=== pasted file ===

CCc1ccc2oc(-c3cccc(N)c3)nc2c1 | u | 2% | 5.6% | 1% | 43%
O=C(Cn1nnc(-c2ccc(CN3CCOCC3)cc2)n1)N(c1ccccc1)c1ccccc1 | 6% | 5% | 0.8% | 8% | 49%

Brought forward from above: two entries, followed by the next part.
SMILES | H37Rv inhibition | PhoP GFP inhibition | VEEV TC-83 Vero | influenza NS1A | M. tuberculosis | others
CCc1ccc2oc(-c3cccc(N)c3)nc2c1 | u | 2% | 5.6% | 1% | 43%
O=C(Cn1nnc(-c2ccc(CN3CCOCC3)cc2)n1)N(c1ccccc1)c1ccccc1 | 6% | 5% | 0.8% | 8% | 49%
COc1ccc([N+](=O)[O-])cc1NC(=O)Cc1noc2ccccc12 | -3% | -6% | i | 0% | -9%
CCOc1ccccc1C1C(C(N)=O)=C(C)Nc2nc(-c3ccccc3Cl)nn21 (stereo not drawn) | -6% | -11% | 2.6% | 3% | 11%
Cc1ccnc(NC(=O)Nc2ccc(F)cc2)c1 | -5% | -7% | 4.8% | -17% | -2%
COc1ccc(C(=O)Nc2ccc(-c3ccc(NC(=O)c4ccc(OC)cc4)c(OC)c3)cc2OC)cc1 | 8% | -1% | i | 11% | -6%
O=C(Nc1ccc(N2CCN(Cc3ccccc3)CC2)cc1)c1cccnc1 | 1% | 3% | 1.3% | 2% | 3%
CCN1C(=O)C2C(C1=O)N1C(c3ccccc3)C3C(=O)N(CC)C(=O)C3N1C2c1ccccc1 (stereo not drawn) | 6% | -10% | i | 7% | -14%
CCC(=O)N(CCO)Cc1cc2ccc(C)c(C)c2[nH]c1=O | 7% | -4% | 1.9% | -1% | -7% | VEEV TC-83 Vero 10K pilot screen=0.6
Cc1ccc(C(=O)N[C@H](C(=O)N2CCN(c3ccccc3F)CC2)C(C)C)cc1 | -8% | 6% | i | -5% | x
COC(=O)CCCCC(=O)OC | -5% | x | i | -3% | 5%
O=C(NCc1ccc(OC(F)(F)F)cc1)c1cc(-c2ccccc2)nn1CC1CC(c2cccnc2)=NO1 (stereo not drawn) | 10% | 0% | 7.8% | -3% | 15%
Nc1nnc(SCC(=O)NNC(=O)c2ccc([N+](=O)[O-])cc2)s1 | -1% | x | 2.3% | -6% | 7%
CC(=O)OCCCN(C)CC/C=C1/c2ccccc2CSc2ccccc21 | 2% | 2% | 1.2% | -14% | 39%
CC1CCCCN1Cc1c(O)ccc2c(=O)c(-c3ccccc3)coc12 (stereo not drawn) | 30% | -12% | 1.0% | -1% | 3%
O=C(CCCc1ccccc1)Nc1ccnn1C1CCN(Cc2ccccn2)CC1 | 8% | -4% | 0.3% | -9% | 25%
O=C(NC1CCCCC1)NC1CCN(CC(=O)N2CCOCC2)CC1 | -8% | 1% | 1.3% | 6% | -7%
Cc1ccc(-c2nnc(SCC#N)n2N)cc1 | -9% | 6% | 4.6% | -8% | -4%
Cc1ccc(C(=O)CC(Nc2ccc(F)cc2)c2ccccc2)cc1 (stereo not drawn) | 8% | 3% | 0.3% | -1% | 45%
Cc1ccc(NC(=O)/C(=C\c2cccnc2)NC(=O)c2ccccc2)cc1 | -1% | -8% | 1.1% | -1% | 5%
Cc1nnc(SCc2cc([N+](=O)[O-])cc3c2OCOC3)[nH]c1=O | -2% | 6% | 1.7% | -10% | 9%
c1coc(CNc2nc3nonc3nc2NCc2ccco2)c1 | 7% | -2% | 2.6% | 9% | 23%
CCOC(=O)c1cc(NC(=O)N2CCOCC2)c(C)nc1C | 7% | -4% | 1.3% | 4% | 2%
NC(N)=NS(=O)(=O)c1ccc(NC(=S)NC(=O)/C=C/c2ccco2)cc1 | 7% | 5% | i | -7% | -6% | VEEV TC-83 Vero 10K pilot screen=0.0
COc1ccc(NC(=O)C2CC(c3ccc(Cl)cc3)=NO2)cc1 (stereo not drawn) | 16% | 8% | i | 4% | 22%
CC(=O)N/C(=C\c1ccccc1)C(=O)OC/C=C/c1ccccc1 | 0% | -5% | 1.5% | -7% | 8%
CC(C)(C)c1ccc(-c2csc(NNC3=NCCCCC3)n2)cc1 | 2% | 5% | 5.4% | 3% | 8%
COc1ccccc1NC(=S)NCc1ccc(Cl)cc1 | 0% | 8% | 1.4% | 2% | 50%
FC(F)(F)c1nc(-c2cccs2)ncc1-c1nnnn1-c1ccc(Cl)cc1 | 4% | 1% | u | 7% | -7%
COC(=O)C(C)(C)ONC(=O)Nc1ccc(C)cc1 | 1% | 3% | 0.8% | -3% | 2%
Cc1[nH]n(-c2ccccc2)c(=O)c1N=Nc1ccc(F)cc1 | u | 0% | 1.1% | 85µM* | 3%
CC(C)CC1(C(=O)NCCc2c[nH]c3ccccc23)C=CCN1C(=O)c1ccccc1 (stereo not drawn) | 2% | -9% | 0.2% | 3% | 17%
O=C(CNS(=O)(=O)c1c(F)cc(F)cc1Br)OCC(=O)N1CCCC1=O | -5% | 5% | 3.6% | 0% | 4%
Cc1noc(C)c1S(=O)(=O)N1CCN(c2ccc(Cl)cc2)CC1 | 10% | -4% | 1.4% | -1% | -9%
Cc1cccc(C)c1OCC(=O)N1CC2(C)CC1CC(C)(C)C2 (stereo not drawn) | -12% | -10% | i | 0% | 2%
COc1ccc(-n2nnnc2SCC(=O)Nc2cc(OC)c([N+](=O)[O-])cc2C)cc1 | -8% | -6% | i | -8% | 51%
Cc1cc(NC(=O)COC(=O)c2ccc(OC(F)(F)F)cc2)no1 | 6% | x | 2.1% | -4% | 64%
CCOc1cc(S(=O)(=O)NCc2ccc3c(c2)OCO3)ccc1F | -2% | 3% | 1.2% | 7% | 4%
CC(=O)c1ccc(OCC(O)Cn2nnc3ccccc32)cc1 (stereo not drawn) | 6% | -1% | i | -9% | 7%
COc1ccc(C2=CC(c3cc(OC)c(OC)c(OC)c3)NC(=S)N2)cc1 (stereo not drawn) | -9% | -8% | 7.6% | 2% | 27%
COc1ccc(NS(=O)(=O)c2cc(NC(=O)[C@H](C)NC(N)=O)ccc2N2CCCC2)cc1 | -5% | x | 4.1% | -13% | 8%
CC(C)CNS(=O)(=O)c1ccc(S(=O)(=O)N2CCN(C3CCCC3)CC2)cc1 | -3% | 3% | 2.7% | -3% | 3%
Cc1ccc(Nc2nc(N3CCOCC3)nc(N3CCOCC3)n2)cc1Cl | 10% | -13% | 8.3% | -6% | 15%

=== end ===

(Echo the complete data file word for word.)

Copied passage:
CCc1ccc2oc(-c3cccc(N)c3)nc2c1 | u | 2% | 5.6% | 1% | 43%
O=C(Cn1nnc(-c2ccc(CN3CCOCC3)cc2)n1)N(c1ccccc1)c1ccccc1 | 6% | 5% | 0.8% | 8% | 49%

Brought forward from above: two entries, followed by the next part.
SMILES | H37Rv inhibition | PhoP GFP inhibition | VEEV TC-83 Vero | influenza NS1A | M. tuberculosis | others
CCc1ccc2oc(-c3cccc(N)c3)nc2c1 | u | 2% | 5.6% | 1% | 43%
O=C(Cn1nnc(-c2ccc(CN3CCOCC3)cc2)n1)N(c1ccccc1)c1ccccc1 | 6% | 5% | 0.8% | 8% | 49%
COc1ccc([N+](=O)[O-])cc1NC(=O)Cc1noc2ccccc12 | -3% | -6% | i | 0% | -9%
CCOc1ccccc1C1C(C(N)=O)=C(C)Nc2nc(-c3ccccc3Cl)nn21 (stereo not drawn) | -6% | -11% | 2.6% | 3% | 11%
Cc1ccnc(NC(=O)Nc2ccc(F)cc2)c1 | -5% | -7% | 4.8% | -17% | -2%
COc1ccc(C(=O)Nc2ccc(-c3ccc(NC(=O)c4ccc(OC)cc4)c(OC)c3)cc2OC)cc1 | 8% | -1% | i | 11% | -6%
O=C(Nc1ccc(N2CCN(Cc3ccccc3)CC2)cc1)c1cccnc1 | 1% | 3% | 1.3% | 2% | 3%
CCN1C(=O)C2C(C1=O)N1C(c3ccccc3)C3C(=O)N(CC)C(=O)C3N1C2c1ccccc1 (stereo not drawn) | 6% | -10% | i | 7% | -14%
CCC(=O)N(CCO)Cc1cc2ccc(C)c(C)c2[nH]c1=O | 7% | -4% | 1.9% | -1% | -7% | VEEV TC-83 Vero 10K pilot screen=0.6
Cc1ccc(C(=O)N[C@H](C(=O)N2CCN(c3ccccc3F)CC2)C(C)C)cc1 | -8% | 6% | i | -5% | x
COC(=O)CCCCC(=O)OC | -5% | x | i | -3% | 5%
O=C(NCc1ccc(OC(F)(F)F)cc1)c1cc(-c2ccccc2)nn1CC1CC(c2cccnc2)=NO1 (stereo not drawn) | 10% | 0% | 7.8% | -3% | 15%
Nc1nnc(SCC(=O)NNC(=O)c2ccc([N+](=O)[O-])cc2)s1 | -1% | x | 2.3% | -6% | 7%
CC(=O)OCCCN(C)CC/C=C1/c2ccccc2CSc2ccccc21 | 2% | 2% | 1.2% | -14% | 39%
CC1CCCCN1Cc1c(O)ccc2c(=O)c(-c3ccccc3)coc12 (stereo not drawn) | 30% | -12% | 1.0% | -1% | 3%
O=C(CCCc1ccccc1)Nc1ccnn1C1CCN(Cc2ccccn2)CC1 | 8% | -4% | 0.3% | -9% | 25%
O=C(NC1CCCCC1)NC1CCN(CC(=O)N2CCOCC2)CC1 | -8% | 1% | 1.3% | 6% | -7%
Cc1ccc(-c2nnc(SCC#N)n2N)cc1 | -9% | 6% | 4.6% | -8% | -4%
Cc1ccc(C(=O)CC(Nc2ccc(F)cc2)c2ccccc2)cc1 (stereo not drawn) | 8% | 3% | 0.3% | -1% | 45%
Cc1ccc(NC(=O)/C(=C\c2cccnc2)NC(=O)c2ccccc2)cc1 | -1% | -8% | 1.1% | -1% | 5%
Cc1nnc(SCc2cc([N+](=O)[O-])cc3c2OCOC3)[nH]c1=O | -2% | 6% | 1.7% | -10% | 9%
c1coc(CNc2nc3nonc3nc2NCc2ccco2)c1 | 7% | -2% | 2.6% | 9% | 23%
CCOC(=O)c1cc(NC(=O)N2CCOCC2)c(C)nc1C | 7% | -4% | 1.3% | 4% | 2%
NC(N)=NS(=O)(=O)c1ccc(NC(=S)NC(=O)/C=C/c2ccco2)cc1 | 7% | 5% | i | -7% | -6% | VEEV TC-83 Vero 10K pilot screen=0.0
COc1ccc(NC(=O)C2CC(c3ccc(Cl)cc3)=NO2)cc1 (stereo not drawn) | 16% | 8% | i | 4% | 22%
CC(=O)N/C(=C\c1ccccc1)C(=O)OC/C=C/c1ccccc1 | 0% | -5% | 1.5% | -7% | 8%
CC(C)(C)c1ccc(-c2csc(NNC3=NCCCCC3)n2)cc1 | 2% | 5% | 5.4% | 3% | 8%
COc1ccccc1NC(=S)NCc1ccc(Cl)cc1 | 0% | 8% | 1.4% | 2% | 50%
FC(F)(F)c1nc(-c2cccs2)ncc1-c1nnnn1-c1ccc(Cl)cc1 | 4% | 1% | u | 7% | -7%
COC(=O)C(C)(C)ONC(=O)Nc1ccc(C)cc1 | 1% | 3% | 0.8% | -3% | 2%
Cc1[nH]n(-c2ccccc2)c(=O)c1N=Nc1ccc(F)cc1 | u | 0% | 1.1% | 85µM* | 3%
CC(C)CC1(C(=O)NCCc2c[nH]c3ccccc23)C=CCN1C(=O)c1ccccc1 (stereo not drawn) | 2% | -9% | 0.2% | 3% | 17%
O=C(CNS(=O)(=O)c1c(F)cc(F)cc1Br)OCC(=O)N1CCCC1=O | -5% | 5% | 3.6% | 0% | 4%
Cc1noc(C)c1S(=O)(=O)N1CCN(c2ccc(Cl)cc2)CC1 | 10% | -4% | 1.4% | -1% | -9%
Cc1cccc(C)c1OCC(=O)N1CC2(C)CC1CC(C)(C)C2 (stereo not drawn) | -12% | -10% | i | 0% | 2%
COc1ccc(-n2nnnc2SCC(=O)Nc2cc(OC)c([N+](=O)[O-])cc2C)cc1 | -8% | -6% | i | -8% | 51%
Cc1cc(NC(=O)COC(=O)c2ccc(OC(F)(F)F)cc2)no1 | 6% | x | 2.1% | -4% | 64%
CCOc1cc(S(=O)(=O)NCc2ccc3c(c2)OCO3)ccc1F | -2% | 3% | 1.2% | 7% | 4%
CC(=O)c1ccc(OCC(O)Cn2nnc3ccccc32)cc1 (stereo not drawn) | 6% | -1% | i | -9% | 7%
COc1ccc(C2=CC(c3cc(OC)c(OC)c(OC)c3)NC(=S)N2)cc1 (stereo not drawn) | -9% | -8% | 7.6% | 2% | 27%
COc1ccc(NS(=O)(=O)c2cc(NC(=O)[C@H](C)NC(N)=O)ccc2N2CCCC2)cc1 | -5% | x | 4.1% | -13% | 8%
CC(C)CNS(=O)(=O)c1ccc(S(=O)(=O)N2CCN(C3CCCC3)CC2)cc1 | -3% | 3% | 2.7% | -3% | 3%
Cc1ccc(Nc2nc(N3CCOCC3)nc(N3CCOCC3)n2)cc1Cl | 10% | -13% | 8.3% | -6% | 15%